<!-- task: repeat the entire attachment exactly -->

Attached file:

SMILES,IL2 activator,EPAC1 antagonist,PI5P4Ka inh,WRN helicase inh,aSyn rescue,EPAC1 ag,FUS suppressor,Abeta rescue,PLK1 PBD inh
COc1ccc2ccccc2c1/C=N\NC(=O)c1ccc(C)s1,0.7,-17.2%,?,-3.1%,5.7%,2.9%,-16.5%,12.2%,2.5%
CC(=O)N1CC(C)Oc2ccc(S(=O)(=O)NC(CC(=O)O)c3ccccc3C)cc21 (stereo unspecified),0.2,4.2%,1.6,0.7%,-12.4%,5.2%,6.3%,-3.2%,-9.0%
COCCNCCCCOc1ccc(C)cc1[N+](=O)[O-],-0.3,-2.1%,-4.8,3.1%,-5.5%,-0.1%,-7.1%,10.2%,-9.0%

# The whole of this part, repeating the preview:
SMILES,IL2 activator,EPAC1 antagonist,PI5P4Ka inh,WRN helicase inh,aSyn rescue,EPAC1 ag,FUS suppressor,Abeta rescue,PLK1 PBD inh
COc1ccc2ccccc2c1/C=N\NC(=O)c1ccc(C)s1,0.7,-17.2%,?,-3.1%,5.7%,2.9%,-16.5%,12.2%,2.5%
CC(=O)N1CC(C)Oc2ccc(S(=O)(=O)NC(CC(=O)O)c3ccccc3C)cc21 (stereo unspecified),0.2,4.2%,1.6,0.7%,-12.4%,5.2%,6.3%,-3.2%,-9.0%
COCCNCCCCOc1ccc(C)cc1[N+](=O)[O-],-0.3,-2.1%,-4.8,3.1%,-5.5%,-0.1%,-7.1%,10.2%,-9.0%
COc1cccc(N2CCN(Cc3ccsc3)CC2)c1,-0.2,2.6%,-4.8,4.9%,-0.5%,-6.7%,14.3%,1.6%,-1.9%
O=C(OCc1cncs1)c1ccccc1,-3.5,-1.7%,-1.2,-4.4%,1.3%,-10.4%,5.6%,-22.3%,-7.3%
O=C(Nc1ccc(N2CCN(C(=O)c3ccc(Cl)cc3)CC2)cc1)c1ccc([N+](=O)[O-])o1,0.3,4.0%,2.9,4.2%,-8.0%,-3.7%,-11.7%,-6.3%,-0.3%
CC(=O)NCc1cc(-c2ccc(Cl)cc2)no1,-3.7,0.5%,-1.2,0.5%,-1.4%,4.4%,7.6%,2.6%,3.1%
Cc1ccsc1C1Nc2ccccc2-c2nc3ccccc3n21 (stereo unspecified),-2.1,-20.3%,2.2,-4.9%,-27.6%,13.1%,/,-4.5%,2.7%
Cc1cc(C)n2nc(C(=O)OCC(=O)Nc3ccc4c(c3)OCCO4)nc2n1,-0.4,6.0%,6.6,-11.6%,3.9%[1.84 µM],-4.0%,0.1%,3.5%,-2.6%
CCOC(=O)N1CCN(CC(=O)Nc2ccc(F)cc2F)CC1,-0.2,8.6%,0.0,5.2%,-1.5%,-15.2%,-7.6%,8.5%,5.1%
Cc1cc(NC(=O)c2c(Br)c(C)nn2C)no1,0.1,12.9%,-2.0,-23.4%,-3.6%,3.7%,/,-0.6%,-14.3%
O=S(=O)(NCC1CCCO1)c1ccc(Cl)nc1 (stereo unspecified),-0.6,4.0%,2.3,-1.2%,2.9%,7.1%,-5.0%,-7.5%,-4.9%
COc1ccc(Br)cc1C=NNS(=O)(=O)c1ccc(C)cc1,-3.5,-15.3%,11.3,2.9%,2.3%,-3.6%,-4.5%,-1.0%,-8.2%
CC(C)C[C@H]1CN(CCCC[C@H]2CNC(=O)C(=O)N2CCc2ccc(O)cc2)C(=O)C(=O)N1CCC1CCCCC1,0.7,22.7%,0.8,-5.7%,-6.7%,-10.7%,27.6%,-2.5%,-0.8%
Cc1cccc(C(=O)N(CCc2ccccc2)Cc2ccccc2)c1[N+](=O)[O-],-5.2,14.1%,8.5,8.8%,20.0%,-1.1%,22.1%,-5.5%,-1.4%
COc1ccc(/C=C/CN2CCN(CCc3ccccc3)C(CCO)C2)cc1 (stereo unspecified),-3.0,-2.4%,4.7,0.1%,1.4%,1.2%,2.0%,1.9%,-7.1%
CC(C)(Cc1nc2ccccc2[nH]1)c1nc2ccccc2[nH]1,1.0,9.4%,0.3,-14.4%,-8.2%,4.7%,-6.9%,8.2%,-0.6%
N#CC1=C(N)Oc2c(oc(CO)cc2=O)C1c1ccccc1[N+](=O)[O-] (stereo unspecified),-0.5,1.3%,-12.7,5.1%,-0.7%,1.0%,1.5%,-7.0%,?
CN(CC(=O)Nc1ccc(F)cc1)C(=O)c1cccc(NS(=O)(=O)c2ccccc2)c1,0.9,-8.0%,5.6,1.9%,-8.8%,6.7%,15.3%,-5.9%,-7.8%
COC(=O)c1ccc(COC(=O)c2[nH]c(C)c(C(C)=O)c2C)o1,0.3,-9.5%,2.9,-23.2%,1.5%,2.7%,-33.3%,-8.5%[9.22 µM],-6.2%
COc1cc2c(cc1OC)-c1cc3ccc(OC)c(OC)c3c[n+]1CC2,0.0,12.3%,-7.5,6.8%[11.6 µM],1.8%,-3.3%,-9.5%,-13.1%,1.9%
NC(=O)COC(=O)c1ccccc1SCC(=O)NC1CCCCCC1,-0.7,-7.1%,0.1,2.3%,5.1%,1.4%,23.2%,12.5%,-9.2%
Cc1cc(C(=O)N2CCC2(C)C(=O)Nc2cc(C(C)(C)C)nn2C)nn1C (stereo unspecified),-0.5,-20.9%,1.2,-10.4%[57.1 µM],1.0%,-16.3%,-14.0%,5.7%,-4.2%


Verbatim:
SMILES,IL2 activator,EPAC1 antagonist,PI5P4Ka inh,WRN helicase inh,aSyn rescue,EPAC1 ag,FUS suppressor,Abeta rescue,PLK1 PBD inh
COc1ccc2ccccc2c1/C=N\NC(=O)c1ccc(C)s1,0.7,-17.2%,?,-3.1%,5.7%,2.9%,-16.5%,12.2%,2.5%
CC(=O)N1CC(C)Oc2ccc(S(=O)(=O)NC(CC(=O)O)c3ccccc3C)cc21 (stereo unspecified),0.2,4.2%,1.6,0.7%,-12.4%,5.2%,6.3%,-3.2%,-9.0%
COCCNCCCCOc1ccc(C)cc1[N+](=O)[O-],-0.3,-2.1%,-4.8,3.1%,-5.5%,-0.1%,-7.1%,10.2%,-9.0%

# The whole of this part, repeating the preview:
SMILES,IL2 activator,EPAC1 antagonist,PI5P4Ka inh,WRN helicase inh,aSyn rescue,EPAC1 ag,FUS suppressor,Abeta rescue,PLK1 PBD inh
COc1ccc2ccccc2c1/C=N\NC(=O)c1ccc(C)s1,0.7,-17.2%,?,-3.1%,5.7%,2.9%,-16.5%,12.2%,2.5%
CC(=O)N1CC(C)Oc2ccc(S(=O)(=O)NC(CC(=O)O)c3ccccc3C)cc21 (stereo unspecified),0.2,4.2%,1.6,0.7%,-12.4%,5.2%,6.3%,-3.2%,-9.0%
COCCNCCCCOc1ccc(C)cc1[N+](=O)[O-],-0.3,-2.1%,-4.8,3.1%,-5.5%,-0.1%,-7.1%,10.2%,-9.0%
COc1cccc(N2CCN(Cc3ccsc3)CC2)c1,-0.2,2.6%,-4.8,4.9%,-0.5%,-6.7%,14.3%,1.6%,-1.9%
O=C(OCc1cncs1)c1ccccc1,-3.5,-1.7%,-1.2,-4.4%,1.3%,-10.4%,5.6%,-22.3%,-7.3%
O=C(Nc1ccc(N2CCN(C(=O)c3ccc(Cl)cc3)CC2)cc1)c1ccc([N+](=O)[O-])o1,0.3,4.0%,2.9,4.2%,-8.0%,-3.7%,-11.7%,-6.3%,-0.3%
CC(=O)NCc1cc(-c2ccc(Cl)cc2)no1,-3.7,0.5%,-1.2,0.5%,-1.4%,4.4%,7.6%,2.6%,3.1%
Cc1ccsc1C1Nc2ccccc2-c2nc3ccccc3n21 (stereo unspecified),-2.1,-20.3%,2.2,-4.9%,-27.6%,13.1%,/,-4.5%,2.7%
Cc1cc(C)n2nc(C(=O)OCC(=O)Nc3ccc4c(c3)OCCO4)nc2n1,-0.4,6.0%,6.6,-11.6%,3.9%[1.84 µM],-4.0%,0.1%,3.5%,-2.6%
CCOC(=O)N1CCN(CC(=O)Nc2ccc(F)cc2F)CC1,-0.2,8.6%,0.0,5.2%,-1.5%,-15.2%,-7.6%,8.5%,5.1%
Cc1cc(NC(=O)c2c(Br)c(C)nn2C)no1,0.1,12.9%,-2.0,-23.4%,-3.6%,3.7%,/,-0.6%,-14.3%
O=S(=O)(NCC1CCCO1)c1ccc(Cl)nc1 (stereo unspecified),-0.6,4.0%,2.3,-1.2%,2.9%,7.1%,-5.0%,-7.5%,-4.9%
COc1ccc(Br)cc1C=NNS(=O)(=O)c1ccc(C)cc1,-3.5,-15.3%,11.3,2.9%,2.3%,-3.6%,-4.5%,-1.0%,-8.2%
CC(C)C[C@H]1CN(CCCC[C@H]2CNC(=O)C(=O)N2CCc2ccc(O)cc2)C(=O)C(=O)N1CCC1CCCCC1,0.7,22.7%,0.8,-5.7%,-6.7%,-10.7%,27.6%,-2.5%,-0.8%
Cc1cccc(C(=O)N(CCc2ccccc2)Cc2ccccc2)c1[N+](=O)[O-],-5.2,14.1%,8.5,8.8%,20.0%,-1.1%,22.1%,-5.5%,-1.4%
COc1ccc(/C=C/CN2CCN(CCc3ccccc3)C(CCO)C2)cc1 (stereo unspecified),-3.0,-2.4%,4.7,0.1%,1.4%,1.2%,2.0%,1.9%,-7.1%
CC(C)(Cc1nc2ccccc2[nH]1)c1nc2ccccc2[nH]1,1.0,9.4%,0.3,-14.4%,-8.2%,4.7%,-6.9%,8.2%,-0.6%
N#CC1=C(N)Oc2c(oc(CO)cc2=O)C1c1ccccc1[N+](=O)[O-] (stereo unspecified),-0.5,1.3%,-12.7,5.1%,-0.7%,1.0%,1.5%,-7.0%,?
CN(CC(=O)Nc1ccc(F)cc1)C(=O)c1cccc(NS(=O)(=O)c2ccccc2)c1,0.9,-8.0%,5.6,1.9%,-8.8%,6.7%,15.3%,-5.9%,-7.8%
COC(=O)c1ccc(COC(=O)c2[nH]c(C)c(C(C)=O)c2C)o1,0.3,-9.5%,2.9,-23.2%,1.5%,2.7%,-33.3%,-8.5%[9.22 µM],-6.2%
COc1cc2c(cc1OC)-c1cc3ccc(OC)c(OC)c3c[n+]1CC2,0.0,12.3%,-7.5,6.8%[11.6 µM],1.8%,-3.3%,-9.5%,-13.1%,1.9%
NC(=O)COC(=O)c1ccccc1SCC(=O)NC1CCCCCC1,-0.7,-7.1%,0.1,2.3%,5.1%,1.4%,23.2%,12.5%,-9.2%
Cc1cc(C(=O)N2CCC2(C)C(=O)Nc2cc(C(C)(C)C)nn2C)nn1C (stereo unspecified),-0.5,-20.9%,1.2,-10.4%[57.1 µM],1.0%,-16.3%,-14.0%,5.7%,-4.2%